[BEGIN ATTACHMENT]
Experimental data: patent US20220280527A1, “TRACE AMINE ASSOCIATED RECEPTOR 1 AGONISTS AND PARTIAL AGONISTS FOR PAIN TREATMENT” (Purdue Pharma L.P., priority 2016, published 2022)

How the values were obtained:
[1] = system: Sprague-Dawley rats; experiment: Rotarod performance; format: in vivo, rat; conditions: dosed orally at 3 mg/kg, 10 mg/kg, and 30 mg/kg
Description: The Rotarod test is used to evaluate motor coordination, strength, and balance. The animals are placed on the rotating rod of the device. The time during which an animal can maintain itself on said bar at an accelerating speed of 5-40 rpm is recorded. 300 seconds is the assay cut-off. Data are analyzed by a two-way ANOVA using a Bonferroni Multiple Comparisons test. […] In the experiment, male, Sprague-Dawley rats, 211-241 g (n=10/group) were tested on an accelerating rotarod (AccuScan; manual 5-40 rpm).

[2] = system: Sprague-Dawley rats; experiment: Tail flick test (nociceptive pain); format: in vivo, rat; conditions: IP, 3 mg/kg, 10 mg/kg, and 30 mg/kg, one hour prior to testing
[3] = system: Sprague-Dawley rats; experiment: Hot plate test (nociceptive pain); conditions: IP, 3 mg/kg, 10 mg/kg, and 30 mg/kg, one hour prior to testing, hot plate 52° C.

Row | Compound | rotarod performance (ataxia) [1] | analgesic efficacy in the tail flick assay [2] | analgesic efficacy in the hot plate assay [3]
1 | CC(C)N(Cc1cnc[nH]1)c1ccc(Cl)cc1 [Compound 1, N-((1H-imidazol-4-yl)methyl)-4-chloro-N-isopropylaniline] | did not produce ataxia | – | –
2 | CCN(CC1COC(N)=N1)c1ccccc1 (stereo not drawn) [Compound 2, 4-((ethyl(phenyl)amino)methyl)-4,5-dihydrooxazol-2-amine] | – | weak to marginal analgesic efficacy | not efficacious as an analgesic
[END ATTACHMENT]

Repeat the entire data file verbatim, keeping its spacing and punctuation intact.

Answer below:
Experimental data: patent US20220280527A1, “TRACE AMINE ASSOCIATED RECEPTOR 1 AGONISTS AND PARTIAL AGONISTS FOR PAIN TREATMENT” (Purdue Pharma L.P., priority 2016, published 2022)

How the values were obtained:
[1] = system: Sprague-Dawley rats; experiment: Rotarod performance; format: in vivo, rat; conditions: dosed orally at 3 mg/kg, 10 mg/kg, and 30 mg/kg
Description: The Rotarod test is used to evaluate motor coordination, strength, and balance. The animals are placed on the rotating rod of the device. The time during which an animal can maintain itself on said bar at an accelerating speed of 5-40 rpm is recorded. 300 seconds is the assay cut-off. Data are analyzed by a two-way ANOVA using a Bonferroni Multiple Comparisons test. […] In the experiment, male, Sprague-Dawley rats, 211-241 g (n=10/group) were tested on an accelerating rotarod (AccuScan; manual 5-40 rpm).

[2] = system: Sprague-Dawley rats; experiment: Tail flick test (nociceptive pain); format: in vivo, rat; conditions: IP, 3 mg/kg, 10 mg/kg, and 30 mg/kg, one hour prior to testing
[3] = system: Sprague-Dawley rats; experiment: Hot plate test (nociceptive pain); conditions: IP, 3 mg/kg, 10 mg/kg, and 30 mg/kg, one hour prior to testing, hot plate 52° C.

Row | Compound | rotarod performance (ataxia) [1] | analgesic efficacy in the tail flick assay [2] | analgesic efficacy in the hot plate assay [3]
1 | CC(C)N(Cc1cnc[nH]1)c1ccc(Cl)cc1 [Compound 1, N-((1H-imidazol-4-yl)methyl)-4-chloro-N-isopropylaniline] | did not produce ataxia | – | –
2 | CCN(CC1COC(N)=N1)c1ccccc1 (stereo not drawn) [Compound 2, 4-((ethyl(phenyl)amino)methyl)-4,5-dihydrooxazol-2-amine] | – | weak to marginal analgesic efficacy | not efficacious as an analgesic